From the NYT:
Mortgages insured by the Federal Housing Administration are the go-to product for borrowers who don’t have much cash for a down payment. But the required mortgage insurance premiums have become so costly that some critics argue that the agency is taking advantage of borrowers who have few other options.
One of the most vocal critics is Edward J. Pinto, a resident fellow of the American Enterprise Institute, who calls the terms “predatory” and “abusive.” He argues that the majority of F.H.A. loans are at high risk for default should the economy tip back into recession, but that borrowers have no way of knowing how safe their loans are, because the agency prices all loans the same.
Low-risk borrowers, he said, are overcharged to subsidize those at higher risk. “The consumer who has the very-low-risk loan doesn’t even know he might be better off going through the private sector,” Mr. Pinto said. “They may assume that the government is protecting their interests.”
F.H.A.-backed loans cater to first-time buyers because they require as little as 3.5 percent down. Conventional loans backed by Fannie Mae require a minimum of 5 percent down, as well as private mortgage insurance.
The difference in premiums, depending on the loan type, is considerable. Mark Yecies, an owner of SunQuest Funding, offered an example: On a $300,000 loan with 5 percent down, the F.H.A. would charge an upfront insurance premium of 1.74 percent, or $5,250 financed into the loan. The premium would also add $325 a month; if the borrower put down only 3.5 percent, the premium would be $337.50. In contrast, the same loan with 5 percent down and private mortgage insurance would not charge an upfront fee; the monthly premium would be $175.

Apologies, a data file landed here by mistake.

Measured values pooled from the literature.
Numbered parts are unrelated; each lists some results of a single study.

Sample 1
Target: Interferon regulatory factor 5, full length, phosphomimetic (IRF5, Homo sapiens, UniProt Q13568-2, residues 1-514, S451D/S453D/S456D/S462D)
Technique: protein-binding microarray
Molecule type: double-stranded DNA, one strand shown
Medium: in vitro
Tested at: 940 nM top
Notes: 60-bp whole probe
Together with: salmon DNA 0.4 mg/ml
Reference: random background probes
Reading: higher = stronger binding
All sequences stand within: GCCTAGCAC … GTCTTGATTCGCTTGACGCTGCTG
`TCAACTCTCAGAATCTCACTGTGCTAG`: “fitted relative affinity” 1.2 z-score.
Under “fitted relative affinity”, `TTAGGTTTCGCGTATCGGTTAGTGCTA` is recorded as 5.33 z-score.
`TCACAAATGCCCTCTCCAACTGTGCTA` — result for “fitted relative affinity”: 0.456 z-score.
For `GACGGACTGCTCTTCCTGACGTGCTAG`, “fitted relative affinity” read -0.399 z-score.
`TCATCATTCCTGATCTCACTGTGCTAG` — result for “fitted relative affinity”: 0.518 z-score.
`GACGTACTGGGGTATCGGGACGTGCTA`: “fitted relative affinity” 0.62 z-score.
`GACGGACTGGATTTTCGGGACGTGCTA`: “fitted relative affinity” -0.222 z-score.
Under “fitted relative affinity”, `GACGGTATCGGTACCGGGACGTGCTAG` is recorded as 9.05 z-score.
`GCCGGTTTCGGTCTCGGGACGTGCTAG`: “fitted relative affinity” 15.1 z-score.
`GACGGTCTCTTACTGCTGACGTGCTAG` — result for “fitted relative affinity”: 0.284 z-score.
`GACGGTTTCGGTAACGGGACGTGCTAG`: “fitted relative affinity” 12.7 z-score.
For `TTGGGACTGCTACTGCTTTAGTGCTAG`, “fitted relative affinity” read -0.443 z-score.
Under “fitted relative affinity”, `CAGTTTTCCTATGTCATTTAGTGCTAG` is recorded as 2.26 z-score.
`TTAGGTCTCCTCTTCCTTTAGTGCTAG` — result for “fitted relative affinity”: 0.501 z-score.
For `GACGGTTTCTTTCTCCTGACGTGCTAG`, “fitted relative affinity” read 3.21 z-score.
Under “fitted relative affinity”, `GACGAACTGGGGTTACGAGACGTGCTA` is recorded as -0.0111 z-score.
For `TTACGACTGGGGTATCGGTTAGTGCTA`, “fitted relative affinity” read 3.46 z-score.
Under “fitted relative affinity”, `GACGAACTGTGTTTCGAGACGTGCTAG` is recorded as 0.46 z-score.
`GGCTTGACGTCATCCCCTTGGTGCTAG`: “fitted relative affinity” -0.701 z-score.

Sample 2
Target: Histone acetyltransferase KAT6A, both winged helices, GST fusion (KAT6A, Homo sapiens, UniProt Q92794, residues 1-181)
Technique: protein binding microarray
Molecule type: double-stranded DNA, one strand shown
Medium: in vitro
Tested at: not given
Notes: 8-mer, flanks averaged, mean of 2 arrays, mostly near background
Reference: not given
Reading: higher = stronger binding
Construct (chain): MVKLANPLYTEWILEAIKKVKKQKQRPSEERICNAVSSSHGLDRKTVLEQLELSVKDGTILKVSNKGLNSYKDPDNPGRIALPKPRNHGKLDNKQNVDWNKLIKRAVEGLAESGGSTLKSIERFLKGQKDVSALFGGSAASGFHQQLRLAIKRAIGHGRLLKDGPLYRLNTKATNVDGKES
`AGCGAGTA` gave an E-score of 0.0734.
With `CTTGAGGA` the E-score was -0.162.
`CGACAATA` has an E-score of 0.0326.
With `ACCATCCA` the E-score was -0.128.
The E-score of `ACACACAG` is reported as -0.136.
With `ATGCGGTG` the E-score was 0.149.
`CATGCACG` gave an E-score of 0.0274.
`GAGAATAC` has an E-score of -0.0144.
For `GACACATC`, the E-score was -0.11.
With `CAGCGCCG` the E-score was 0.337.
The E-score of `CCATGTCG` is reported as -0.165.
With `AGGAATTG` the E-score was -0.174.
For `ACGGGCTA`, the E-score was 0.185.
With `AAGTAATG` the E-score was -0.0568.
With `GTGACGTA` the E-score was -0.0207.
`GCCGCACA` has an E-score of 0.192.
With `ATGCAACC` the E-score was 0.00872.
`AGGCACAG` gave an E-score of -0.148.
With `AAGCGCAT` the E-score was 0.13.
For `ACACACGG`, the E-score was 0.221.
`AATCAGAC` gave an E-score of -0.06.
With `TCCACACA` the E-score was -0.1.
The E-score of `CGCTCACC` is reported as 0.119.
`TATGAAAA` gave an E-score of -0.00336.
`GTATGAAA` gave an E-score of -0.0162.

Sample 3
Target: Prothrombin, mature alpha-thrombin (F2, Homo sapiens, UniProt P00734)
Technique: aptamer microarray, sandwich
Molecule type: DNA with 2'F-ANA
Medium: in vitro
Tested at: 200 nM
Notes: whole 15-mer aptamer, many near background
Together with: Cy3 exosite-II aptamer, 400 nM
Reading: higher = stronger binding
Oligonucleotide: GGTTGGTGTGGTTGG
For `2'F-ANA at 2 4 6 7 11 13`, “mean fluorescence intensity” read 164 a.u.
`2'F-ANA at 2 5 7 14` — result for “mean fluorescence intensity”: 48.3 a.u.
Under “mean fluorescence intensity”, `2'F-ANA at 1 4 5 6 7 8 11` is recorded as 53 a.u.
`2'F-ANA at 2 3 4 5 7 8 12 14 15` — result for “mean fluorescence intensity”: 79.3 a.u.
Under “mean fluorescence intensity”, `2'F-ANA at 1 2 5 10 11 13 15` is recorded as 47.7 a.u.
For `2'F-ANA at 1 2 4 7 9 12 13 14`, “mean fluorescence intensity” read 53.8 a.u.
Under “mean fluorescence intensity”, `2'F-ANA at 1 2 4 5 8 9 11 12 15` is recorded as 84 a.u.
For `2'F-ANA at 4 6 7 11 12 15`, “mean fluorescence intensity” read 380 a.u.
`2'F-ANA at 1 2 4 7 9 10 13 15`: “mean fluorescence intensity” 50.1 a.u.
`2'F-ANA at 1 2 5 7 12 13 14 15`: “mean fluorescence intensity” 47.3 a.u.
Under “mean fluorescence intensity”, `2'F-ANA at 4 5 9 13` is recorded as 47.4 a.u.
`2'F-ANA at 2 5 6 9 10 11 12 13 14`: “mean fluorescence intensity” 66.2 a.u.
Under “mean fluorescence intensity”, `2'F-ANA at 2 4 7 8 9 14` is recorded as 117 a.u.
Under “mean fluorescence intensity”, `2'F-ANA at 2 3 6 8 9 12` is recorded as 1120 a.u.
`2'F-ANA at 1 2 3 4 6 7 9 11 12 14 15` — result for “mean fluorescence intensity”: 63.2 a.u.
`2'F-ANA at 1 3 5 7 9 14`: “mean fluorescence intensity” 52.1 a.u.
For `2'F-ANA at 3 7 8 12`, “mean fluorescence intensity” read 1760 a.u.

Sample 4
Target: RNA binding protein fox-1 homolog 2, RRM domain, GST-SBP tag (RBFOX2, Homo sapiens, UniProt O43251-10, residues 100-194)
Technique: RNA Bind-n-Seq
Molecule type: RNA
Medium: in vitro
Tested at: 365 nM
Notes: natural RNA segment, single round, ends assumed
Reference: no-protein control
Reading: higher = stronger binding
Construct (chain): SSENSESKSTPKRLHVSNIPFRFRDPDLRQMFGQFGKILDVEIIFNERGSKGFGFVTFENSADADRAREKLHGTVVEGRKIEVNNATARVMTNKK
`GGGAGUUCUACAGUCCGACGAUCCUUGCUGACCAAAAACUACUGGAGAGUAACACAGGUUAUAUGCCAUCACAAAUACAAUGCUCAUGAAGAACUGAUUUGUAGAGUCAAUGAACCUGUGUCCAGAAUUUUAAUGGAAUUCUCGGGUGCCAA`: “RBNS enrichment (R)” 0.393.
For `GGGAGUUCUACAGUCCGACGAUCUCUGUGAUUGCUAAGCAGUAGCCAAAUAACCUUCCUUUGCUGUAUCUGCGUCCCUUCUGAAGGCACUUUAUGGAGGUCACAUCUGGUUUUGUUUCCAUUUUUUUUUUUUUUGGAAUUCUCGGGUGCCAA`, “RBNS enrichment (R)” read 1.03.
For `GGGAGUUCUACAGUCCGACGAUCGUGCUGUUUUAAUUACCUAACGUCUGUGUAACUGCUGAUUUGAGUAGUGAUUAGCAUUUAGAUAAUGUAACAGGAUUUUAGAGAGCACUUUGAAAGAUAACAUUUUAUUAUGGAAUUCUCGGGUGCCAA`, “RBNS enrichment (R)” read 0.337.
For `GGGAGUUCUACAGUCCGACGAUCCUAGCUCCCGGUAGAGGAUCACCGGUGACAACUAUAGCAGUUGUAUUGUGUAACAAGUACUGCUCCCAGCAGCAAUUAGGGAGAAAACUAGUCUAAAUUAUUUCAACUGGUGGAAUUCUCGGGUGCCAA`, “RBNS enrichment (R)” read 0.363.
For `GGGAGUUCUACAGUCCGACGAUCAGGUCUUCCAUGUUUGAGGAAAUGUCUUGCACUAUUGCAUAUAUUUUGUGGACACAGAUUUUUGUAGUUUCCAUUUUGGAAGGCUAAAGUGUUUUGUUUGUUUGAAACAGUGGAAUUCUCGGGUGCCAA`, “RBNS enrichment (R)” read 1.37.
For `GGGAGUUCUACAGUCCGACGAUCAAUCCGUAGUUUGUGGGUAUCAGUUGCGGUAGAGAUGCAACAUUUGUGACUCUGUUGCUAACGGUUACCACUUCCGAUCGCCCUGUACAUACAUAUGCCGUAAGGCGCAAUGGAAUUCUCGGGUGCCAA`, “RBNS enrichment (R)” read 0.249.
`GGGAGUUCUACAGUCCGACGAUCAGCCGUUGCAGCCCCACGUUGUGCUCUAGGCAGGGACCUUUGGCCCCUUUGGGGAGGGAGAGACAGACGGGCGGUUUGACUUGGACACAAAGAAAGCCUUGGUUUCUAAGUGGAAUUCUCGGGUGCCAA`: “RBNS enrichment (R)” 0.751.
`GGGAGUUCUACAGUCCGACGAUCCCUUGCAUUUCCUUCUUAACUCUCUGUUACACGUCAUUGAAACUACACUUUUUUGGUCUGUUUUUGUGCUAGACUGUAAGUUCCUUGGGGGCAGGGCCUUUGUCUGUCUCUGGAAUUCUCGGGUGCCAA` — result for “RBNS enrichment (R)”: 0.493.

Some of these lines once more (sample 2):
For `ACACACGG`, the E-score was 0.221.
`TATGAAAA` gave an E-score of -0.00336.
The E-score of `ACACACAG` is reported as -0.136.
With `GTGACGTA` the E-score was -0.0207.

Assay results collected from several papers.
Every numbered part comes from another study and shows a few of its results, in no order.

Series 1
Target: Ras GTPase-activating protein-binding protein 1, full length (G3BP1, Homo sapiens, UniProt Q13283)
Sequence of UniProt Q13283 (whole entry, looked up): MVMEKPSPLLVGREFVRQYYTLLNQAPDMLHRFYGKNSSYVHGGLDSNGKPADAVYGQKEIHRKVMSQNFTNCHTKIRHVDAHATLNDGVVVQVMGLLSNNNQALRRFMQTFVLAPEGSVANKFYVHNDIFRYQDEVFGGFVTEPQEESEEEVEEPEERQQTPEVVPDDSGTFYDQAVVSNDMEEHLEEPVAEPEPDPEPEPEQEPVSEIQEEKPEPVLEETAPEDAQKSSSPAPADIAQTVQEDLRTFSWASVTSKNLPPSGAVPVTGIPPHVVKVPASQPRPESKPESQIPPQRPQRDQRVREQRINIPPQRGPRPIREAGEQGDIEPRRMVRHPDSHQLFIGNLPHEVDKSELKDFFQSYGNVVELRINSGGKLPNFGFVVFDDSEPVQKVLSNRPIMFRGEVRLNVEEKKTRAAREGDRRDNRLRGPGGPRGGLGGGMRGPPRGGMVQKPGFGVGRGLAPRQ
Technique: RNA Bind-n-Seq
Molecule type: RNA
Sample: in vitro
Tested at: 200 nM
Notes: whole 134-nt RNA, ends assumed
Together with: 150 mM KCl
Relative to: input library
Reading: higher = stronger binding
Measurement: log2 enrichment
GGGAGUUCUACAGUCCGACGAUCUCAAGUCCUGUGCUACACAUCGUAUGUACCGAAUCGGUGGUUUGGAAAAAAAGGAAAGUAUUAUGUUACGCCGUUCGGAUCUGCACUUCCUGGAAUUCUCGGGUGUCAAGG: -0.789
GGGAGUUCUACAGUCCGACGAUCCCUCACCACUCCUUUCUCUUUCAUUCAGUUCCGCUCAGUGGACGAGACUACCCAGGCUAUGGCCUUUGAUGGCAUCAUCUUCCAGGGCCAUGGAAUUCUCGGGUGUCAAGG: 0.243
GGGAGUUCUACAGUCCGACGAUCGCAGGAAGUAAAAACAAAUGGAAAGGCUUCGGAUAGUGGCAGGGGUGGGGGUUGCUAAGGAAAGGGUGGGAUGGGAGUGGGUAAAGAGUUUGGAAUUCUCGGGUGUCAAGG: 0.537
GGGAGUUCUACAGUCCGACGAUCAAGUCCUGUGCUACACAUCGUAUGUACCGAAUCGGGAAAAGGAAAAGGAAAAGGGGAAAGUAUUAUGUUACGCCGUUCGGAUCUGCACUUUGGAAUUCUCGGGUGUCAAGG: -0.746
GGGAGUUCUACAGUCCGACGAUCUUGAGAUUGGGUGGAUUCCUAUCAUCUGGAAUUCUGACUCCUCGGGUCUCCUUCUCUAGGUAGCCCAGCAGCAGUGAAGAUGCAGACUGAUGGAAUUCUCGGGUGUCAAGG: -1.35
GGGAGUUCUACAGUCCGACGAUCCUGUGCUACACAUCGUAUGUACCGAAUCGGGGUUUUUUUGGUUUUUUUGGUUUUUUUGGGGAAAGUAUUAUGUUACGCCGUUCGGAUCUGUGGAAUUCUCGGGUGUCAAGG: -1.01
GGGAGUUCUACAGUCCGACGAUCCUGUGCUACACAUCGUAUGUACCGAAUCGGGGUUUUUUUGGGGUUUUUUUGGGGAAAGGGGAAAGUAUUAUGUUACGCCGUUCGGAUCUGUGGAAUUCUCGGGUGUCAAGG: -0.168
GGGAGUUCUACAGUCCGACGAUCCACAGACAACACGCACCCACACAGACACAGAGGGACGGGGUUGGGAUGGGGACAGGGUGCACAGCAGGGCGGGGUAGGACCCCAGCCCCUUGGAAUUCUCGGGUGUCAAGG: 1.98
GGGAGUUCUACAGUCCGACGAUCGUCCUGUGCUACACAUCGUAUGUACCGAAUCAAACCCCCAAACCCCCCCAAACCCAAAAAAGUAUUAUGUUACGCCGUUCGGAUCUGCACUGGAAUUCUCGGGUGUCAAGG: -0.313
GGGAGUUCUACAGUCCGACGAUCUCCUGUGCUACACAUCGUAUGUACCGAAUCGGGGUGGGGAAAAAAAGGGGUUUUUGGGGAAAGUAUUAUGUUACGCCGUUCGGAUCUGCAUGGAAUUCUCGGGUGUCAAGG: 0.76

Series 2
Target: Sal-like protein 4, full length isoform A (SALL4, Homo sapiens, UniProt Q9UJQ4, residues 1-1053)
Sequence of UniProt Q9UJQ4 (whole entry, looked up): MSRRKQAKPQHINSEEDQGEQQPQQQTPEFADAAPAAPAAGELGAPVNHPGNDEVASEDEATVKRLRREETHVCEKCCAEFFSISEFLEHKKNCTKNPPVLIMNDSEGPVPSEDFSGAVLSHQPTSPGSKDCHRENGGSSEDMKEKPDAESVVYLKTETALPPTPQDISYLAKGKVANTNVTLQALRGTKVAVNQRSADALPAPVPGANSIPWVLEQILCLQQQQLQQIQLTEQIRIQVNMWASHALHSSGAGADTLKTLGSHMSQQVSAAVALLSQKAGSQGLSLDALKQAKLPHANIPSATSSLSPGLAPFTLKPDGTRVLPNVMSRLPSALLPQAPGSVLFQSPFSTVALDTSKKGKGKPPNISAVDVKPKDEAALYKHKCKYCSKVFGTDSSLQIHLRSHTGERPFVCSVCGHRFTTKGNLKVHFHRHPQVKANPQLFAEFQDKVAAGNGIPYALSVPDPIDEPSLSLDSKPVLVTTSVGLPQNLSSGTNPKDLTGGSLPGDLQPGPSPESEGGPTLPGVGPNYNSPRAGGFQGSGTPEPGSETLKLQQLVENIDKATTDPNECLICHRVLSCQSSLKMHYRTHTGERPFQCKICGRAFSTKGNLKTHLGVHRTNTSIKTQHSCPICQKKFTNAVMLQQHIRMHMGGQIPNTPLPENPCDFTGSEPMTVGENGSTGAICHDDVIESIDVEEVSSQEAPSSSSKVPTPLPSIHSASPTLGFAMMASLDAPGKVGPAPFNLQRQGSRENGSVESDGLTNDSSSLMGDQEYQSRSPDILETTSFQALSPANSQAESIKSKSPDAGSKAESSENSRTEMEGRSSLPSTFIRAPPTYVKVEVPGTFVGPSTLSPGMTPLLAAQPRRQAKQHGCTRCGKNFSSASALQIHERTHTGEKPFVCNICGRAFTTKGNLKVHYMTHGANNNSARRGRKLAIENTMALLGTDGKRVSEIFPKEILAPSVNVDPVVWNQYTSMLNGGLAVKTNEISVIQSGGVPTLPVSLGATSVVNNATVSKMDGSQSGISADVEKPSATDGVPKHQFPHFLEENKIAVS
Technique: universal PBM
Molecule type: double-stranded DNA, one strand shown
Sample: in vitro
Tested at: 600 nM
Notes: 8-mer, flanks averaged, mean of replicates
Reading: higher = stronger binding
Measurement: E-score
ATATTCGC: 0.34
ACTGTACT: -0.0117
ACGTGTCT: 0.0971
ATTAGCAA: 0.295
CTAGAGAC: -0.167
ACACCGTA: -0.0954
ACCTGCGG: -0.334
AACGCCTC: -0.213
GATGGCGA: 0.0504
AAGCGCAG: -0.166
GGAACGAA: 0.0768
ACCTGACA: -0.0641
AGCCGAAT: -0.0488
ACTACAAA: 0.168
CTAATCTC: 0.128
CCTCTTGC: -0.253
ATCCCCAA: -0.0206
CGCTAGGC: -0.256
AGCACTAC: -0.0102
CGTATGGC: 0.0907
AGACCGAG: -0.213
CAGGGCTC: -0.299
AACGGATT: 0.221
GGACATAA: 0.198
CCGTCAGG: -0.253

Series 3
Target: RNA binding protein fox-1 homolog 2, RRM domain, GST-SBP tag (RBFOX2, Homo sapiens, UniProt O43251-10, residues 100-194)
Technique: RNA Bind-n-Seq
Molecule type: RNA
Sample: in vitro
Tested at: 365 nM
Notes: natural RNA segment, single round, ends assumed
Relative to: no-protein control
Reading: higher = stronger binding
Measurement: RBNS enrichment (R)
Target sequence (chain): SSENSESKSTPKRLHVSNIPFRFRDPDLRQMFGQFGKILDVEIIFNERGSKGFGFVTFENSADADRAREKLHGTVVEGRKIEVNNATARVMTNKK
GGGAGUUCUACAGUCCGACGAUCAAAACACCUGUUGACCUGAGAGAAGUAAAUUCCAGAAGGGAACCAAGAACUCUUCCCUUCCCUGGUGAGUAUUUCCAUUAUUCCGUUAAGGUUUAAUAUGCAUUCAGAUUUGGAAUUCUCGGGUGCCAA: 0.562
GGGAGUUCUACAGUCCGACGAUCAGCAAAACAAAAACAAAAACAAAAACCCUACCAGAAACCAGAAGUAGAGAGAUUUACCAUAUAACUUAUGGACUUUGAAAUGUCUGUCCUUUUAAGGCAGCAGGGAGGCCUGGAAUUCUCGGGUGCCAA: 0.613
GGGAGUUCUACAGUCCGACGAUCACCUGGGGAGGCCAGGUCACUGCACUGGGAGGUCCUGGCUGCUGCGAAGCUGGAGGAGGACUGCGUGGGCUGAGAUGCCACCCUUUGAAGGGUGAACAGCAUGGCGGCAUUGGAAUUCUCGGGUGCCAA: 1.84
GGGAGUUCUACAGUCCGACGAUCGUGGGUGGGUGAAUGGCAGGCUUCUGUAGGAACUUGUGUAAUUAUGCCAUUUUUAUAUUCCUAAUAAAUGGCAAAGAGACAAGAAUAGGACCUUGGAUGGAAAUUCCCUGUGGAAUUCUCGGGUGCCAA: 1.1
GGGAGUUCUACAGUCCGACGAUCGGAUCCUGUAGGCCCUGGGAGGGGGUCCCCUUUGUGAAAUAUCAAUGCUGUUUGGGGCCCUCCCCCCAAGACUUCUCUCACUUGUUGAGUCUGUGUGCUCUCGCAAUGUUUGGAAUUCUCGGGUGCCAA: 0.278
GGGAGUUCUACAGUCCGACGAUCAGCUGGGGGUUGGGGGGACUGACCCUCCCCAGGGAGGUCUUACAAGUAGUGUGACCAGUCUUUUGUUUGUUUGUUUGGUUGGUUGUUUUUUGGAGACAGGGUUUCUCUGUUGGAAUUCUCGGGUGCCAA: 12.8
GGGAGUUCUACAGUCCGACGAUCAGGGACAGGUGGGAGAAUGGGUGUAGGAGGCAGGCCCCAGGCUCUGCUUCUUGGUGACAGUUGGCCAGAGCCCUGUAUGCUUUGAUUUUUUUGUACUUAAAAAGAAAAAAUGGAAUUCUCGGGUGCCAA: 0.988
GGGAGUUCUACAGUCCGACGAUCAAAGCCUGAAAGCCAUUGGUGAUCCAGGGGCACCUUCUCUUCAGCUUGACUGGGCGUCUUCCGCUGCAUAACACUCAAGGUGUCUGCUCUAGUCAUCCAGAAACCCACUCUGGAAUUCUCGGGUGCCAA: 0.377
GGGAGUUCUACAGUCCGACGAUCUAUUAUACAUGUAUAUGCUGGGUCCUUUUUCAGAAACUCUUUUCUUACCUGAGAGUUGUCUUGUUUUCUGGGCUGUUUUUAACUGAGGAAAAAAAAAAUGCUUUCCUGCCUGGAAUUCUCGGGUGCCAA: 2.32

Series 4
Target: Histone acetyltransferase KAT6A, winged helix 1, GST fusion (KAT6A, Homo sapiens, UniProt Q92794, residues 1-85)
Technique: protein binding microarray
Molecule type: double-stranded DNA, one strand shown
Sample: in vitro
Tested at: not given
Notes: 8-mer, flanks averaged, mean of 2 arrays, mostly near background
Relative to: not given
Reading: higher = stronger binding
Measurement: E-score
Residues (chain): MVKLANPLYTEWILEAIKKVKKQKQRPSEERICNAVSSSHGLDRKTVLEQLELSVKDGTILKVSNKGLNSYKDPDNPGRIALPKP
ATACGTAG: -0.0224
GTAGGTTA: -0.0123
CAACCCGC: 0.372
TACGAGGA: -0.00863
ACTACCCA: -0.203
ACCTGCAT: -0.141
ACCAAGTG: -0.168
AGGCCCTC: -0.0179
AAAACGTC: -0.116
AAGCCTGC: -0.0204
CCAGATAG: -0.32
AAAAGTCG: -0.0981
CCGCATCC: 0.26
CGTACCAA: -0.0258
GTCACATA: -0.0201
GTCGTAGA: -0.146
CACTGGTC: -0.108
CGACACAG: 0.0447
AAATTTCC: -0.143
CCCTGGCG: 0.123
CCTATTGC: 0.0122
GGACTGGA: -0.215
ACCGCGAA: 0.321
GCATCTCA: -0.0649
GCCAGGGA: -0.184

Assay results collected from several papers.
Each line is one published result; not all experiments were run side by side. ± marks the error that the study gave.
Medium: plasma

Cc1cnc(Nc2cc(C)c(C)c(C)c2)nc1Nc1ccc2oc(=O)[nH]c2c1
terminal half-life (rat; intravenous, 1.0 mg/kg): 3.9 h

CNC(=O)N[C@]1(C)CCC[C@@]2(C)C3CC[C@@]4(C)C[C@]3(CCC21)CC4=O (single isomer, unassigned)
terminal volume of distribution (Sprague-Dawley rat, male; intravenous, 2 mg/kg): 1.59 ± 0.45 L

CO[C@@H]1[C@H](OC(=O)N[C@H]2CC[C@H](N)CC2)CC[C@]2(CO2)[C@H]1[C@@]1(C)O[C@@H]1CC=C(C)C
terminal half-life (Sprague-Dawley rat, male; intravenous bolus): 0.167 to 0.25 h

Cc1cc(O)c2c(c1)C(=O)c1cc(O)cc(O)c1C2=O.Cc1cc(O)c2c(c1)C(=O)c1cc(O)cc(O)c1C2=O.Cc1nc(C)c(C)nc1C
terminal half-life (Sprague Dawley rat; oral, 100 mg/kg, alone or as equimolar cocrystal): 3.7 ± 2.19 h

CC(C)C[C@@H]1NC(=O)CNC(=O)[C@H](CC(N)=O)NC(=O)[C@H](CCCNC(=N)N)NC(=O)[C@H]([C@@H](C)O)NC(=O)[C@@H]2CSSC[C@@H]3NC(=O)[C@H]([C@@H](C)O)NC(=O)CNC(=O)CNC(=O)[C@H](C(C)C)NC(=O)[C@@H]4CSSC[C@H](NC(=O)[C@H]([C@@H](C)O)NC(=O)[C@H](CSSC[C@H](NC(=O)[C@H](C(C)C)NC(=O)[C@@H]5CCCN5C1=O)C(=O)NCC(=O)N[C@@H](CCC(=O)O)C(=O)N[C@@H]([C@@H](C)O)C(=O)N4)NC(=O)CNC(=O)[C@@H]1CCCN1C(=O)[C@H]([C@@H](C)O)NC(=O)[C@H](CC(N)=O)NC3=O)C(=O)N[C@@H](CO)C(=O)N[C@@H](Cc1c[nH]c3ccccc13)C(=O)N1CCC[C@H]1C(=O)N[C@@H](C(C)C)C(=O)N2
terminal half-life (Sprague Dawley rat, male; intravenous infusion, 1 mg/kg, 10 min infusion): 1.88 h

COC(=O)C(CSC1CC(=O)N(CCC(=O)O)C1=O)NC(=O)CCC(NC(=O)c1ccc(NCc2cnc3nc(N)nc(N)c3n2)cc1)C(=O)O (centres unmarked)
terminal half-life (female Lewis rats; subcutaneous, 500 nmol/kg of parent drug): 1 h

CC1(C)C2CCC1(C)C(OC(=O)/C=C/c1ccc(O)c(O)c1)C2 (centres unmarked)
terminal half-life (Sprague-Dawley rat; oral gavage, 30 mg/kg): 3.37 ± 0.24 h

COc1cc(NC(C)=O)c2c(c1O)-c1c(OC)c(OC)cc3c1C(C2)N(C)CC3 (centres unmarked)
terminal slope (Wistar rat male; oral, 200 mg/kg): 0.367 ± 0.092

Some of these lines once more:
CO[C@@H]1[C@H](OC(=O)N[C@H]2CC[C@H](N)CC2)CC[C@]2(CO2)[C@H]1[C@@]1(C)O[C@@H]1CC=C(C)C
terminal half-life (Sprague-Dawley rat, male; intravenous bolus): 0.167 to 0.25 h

Mr. Yecies says that if home buyers have decent credit but are short the 5 percent, he often suggests they ask the seller to pay their closing costs as part of their purchase offer. That way, they can bring more money to the table for a down payment. But “less sophisticated” lenders may automatically usher such borrowers into more costly F.H.A. loans, he said.
David Stevens, the president of the Mortgage Bankers Association, agrees that borrowers are better off with a Fannie Mae-backed loan if they can put at least 5 percent down and have a minimum FICO score of 740. And F.H.A.’s market share has in fact dropped as its insurance premiums have risen. But Mr. Stevens, who served as F.H.A. commissioner from 2009 to 2011, says Mr. Pinto’s argument that the F.H.A. is preying on the poor simply doesn’t hold up. He acknowledged that its underwriting standards were too lax during the years after the mortgage market collapse, when lenders shifted their volume to F.H.A. loans, drawing borrowers with the worst credit and ending up with high delinquency rates.